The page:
They’d all used the PicCollage app so were able to transfer their skills and experience into making an eBook. They were excited and entertained watching Moby and Tim, and were able to take screen grabs of the movie as it went along put these into their books.

    "What I know now" ebook

    The children quickly learned from each other how to add text, voice notes or even video of themselves to explain what they now know about their chosen topic. The final job was to load their finished book into Showbie and send it to me for feedback.

    The class eBook library

    The children liked being able to pause and repeat the video so they could work at their own pace. This trial was so successful and so engaging for the children I contacted Jude and she suggested having a free trial of the website to extend the learning opportunities for the children.

    Further investigation of BrainPOP

    I’d been working with Y3 on computer programming so it seemed a natural next step to look at what BrainPOP had to offer on the subject.

    The children related straight away to Moby needing programming because they’d had to re-program me when I was pretending to be a computer/robot.

    Some of the technical language was quite advanced for them but all children accessed the learning at some level.

    Once one group had found the quiz they all wanted to try it out. Some of the children spent their time looking into the other related information and all children produced an eBook explaining computer programming.

    They used screen grabs from the BeeBot app to show how they’d programmed a Beebot.

    The combination of practical hands on experience and using BrainPOP on the iPad gave the children ownership of their learning and choices about how they evidenced their learning.  The next step for Y3 is to choose their own topic, create a book and their own quiz!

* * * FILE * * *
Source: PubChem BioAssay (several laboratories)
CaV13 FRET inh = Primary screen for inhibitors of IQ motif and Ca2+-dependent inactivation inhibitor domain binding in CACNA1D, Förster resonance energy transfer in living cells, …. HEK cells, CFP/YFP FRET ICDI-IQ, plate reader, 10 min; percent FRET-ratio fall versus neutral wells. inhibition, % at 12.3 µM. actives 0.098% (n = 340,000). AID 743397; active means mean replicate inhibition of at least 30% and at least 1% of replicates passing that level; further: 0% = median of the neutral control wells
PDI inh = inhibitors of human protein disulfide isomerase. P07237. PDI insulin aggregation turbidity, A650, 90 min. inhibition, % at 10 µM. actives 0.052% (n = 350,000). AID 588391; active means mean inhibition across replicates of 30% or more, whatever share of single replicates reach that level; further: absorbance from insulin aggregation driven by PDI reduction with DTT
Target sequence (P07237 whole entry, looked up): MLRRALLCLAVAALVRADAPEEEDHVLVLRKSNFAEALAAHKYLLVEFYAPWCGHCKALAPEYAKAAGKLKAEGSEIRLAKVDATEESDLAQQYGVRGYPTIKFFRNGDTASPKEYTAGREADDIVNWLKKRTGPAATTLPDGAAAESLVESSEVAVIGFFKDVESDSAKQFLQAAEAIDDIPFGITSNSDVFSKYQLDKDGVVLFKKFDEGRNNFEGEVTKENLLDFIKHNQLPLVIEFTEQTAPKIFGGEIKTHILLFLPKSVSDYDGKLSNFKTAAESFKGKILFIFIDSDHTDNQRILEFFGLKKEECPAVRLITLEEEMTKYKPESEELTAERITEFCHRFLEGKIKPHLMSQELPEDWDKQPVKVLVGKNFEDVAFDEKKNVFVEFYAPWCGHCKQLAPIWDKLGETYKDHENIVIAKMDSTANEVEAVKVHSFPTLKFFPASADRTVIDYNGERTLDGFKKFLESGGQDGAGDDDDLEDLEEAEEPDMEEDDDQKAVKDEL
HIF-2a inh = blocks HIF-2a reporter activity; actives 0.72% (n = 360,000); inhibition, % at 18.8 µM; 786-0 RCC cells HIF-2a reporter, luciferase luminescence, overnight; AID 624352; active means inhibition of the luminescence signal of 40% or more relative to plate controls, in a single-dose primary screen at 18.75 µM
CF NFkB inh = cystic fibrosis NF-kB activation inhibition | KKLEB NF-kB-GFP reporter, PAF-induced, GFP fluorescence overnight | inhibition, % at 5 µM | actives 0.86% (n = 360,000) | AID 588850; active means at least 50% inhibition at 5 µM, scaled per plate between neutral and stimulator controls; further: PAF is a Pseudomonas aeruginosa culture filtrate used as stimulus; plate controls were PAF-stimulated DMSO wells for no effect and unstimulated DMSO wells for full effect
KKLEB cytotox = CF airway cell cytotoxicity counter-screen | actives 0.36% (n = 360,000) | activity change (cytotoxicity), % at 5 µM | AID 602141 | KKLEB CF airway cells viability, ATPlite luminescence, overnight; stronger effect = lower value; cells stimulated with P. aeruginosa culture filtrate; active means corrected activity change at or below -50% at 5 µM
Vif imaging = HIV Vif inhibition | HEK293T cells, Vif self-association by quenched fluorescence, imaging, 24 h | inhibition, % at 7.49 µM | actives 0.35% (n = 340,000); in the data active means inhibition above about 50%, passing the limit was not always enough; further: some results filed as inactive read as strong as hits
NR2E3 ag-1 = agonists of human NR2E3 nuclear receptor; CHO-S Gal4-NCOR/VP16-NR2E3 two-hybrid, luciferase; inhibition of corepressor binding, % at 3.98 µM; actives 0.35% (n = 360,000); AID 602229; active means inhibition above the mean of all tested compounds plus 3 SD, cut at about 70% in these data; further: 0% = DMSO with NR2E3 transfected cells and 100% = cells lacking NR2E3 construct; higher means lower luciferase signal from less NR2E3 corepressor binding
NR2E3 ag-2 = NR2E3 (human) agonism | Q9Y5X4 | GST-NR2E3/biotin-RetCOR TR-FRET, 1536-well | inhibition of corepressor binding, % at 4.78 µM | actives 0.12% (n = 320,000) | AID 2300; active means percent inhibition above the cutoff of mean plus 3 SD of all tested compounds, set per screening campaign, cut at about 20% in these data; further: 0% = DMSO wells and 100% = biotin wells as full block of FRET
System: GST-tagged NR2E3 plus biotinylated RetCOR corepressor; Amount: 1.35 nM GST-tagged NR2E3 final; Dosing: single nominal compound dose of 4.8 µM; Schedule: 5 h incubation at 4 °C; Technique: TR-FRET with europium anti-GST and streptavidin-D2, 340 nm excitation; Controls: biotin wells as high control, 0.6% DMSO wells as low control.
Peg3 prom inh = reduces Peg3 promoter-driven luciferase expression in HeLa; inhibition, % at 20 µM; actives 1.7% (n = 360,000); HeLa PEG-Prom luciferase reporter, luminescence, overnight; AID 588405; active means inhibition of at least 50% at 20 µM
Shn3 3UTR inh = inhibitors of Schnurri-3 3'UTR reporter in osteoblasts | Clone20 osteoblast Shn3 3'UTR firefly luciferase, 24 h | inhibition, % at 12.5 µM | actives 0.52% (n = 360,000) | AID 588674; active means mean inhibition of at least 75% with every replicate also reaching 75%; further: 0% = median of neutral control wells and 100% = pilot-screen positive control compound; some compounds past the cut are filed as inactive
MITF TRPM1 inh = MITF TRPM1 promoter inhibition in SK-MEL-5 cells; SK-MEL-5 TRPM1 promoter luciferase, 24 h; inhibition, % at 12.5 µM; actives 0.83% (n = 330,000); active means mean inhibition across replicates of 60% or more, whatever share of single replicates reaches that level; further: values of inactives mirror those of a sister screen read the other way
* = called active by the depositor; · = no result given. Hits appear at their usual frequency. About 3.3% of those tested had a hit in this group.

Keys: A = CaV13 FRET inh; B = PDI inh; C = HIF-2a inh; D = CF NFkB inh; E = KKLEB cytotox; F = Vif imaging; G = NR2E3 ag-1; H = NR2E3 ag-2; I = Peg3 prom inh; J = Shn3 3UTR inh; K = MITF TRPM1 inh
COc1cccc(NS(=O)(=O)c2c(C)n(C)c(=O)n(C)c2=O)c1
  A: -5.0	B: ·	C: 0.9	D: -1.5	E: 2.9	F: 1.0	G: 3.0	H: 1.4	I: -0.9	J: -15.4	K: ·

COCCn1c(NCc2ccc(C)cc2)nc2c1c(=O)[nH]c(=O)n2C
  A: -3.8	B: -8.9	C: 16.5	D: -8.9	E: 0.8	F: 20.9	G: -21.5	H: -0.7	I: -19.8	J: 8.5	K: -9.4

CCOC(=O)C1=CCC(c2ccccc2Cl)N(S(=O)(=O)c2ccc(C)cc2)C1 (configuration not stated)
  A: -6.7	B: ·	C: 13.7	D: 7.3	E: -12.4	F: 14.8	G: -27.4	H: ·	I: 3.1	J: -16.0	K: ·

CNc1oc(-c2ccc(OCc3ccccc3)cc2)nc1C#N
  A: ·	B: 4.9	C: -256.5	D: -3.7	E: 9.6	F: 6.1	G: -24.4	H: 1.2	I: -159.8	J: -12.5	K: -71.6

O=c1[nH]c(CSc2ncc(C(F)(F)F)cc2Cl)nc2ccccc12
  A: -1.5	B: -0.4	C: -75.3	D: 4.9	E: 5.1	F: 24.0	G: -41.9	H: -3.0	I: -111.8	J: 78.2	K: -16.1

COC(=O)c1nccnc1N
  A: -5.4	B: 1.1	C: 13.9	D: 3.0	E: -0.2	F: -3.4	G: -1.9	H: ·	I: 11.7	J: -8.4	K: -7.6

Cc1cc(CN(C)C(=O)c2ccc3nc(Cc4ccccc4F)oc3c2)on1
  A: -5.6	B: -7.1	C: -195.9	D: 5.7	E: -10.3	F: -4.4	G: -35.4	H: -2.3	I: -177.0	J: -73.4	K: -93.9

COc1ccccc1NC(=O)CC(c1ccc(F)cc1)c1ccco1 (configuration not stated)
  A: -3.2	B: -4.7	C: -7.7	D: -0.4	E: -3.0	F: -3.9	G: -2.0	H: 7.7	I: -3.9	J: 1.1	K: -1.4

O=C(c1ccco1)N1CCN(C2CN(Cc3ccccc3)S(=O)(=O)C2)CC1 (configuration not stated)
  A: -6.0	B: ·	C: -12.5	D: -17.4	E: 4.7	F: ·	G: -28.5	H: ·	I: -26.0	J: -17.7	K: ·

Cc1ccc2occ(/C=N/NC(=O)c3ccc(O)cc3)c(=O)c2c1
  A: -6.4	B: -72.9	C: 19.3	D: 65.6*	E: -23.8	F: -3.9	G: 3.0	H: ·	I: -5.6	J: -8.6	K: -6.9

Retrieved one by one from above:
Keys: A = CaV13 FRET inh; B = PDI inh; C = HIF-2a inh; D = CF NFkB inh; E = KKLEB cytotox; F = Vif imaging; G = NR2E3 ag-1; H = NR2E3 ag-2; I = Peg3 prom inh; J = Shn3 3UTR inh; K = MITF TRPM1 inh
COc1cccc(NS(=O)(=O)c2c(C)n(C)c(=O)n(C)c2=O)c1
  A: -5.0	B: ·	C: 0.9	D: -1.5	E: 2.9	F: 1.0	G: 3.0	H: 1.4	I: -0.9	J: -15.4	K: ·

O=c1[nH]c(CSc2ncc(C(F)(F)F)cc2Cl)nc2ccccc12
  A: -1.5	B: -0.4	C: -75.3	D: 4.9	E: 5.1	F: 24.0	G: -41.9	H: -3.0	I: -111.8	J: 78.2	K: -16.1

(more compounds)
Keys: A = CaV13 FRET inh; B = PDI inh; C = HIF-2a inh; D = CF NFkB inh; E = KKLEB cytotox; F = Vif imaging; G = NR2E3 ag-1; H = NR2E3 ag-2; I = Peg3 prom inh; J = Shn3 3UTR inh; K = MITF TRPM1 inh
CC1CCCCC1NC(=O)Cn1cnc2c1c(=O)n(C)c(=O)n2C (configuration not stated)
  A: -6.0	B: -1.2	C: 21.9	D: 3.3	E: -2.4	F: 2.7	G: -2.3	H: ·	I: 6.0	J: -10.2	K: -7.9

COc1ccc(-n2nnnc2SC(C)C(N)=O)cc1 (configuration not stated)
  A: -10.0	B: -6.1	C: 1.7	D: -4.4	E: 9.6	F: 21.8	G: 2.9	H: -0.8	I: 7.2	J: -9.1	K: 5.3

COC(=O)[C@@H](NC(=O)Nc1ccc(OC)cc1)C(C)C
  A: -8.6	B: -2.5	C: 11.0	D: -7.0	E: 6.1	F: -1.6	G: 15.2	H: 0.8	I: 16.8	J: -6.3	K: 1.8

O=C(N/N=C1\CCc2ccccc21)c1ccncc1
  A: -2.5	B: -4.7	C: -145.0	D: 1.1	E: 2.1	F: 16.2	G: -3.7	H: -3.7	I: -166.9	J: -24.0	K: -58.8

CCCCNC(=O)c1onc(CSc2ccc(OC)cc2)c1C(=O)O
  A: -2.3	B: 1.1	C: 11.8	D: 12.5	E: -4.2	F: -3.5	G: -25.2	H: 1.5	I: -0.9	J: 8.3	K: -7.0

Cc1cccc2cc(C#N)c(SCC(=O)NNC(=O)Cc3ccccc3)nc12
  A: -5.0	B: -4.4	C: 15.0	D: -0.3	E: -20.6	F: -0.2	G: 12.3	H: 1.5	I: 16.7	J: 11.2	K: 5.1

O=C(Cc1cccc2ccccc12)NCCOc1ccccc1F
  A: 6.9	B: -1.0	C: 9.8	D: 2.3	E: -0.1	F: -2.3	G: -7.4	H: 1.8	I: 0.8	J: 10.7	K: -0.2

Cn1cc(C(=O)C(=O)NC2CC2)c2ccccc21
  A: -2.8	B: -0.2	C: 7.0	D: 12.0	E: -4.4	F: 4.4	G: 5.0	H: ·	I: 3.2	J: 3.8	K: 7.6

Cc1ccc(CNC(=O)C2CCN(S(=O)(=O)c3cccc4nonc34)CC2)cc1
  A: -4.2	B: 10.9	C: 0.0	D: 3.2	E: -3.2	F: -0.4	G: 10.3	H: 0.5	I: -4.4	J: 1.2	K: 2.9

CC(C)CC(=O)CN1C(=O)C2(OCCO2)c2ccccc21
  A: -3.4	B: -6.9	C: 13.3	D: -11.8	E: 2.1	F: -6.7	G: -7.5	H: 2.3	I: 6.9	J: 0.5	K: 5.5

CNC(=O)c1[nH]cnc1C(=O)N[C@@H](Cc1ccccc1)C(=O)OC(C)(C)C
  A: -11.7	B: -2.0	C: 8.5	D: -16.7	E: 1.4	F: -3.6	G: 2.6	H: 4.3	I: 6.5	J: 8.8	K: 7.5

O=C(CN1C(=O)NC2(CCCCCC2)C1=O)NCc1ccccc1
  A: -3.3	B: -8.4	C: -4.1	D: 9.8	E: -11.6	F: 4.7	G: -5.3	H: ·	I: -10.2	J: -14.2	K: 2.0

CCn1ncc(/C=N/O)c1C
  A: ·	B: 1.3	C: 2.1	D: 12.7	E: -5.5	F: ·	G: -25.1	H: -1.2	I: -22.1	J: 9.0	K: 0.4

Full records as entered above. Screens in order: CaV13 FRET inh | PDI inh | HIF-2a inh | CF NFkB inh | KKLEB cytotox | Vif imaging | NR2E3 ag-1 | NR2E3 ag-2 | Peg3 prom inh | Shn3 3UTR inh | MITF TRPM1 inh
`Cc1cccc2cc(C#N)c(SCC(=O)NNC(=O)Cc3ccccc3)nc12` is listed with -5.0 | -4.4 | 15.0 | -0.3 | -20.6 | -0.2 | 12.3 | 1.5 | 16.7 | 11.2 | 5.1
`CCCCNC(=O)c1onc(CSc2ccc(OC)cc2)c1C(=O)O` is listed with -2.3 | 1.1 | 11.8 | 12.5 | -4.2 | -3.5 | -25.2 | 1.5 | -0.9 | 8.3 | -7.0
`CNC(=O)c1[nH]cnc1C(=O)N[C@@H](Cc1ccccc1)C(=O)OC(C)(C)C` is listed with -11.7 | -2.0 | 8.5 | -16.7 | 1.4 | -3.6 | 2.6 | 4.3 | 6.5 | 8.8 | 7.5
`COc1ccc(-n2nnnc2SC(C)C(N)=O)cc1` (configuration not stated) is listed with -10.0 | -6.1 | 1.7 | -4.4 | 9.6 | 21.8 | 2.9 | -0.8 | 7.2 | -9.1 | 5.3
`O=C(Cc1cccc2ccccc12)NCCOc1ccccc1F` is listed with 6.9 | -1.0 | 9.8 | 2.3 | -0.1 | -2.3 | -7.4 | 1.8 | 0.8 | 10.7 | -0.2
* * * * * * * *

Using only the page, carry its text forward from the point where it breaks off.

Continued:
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  • 13 Mar
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    We were invited to a presentation recently by Vickie Bacon, BrainPOP fan and VIB, at Hurstpierpoint College Prep School. She wanted to share something exciting that staff and students at Hurstpierpoint have been involved in: setting up a “Digital Pencil Case” scheme for Years 7 and 8 that used Apple mobile devices as the central technology.

    Hurstpierpoint College

    An idea is born

    It all began when Vickie attended an inspirational talk by an iPad “guru”. Maths teacher, Vickie, was convinced iPads could be extremely beneficial by giving the students freedom to learn and keeping learning relevant.

    After discussions with the Headteacher and IT team, ICT was removed as a discreet subject in Years 7 and 8. Desktops and Macs which had previously been confined to an ICT suite were redistributed into classrooms and, with hard work from dedicated staff, all Year 7s were issued with an iPad on the first day of the autumn term.  ICT was brought under the umbrella of other subjects with relative ease.

    The basics

    Each iPad was handed over to the kids fresh out of the box. All the kids needed to get started with individual iPads were an email and iTunes account. They took them home and downloaded apps including: Keynote, Pages, Garageband, iMovie, Poplet, iBooks and iBookcreator.

    Keeping ahead of the kids!

    How were the children able to “buy” apps? Simple – apps were “gifted” to them. As Vickie repeated throughout her presentation – and was also demonstrated by children throughout the day – the real challenge for the teacher is to keep ahead of the kids!

    “Learning boxes” were introduced to Year 7 and Year 8 lessons – these included mini boxes with a set of iPod touch devices and an iPad included in each. The teachers were each equipped with an iPad of their own for the summer break and attended a course to get them up to speed with the technology. The kids needed showing once then they were off!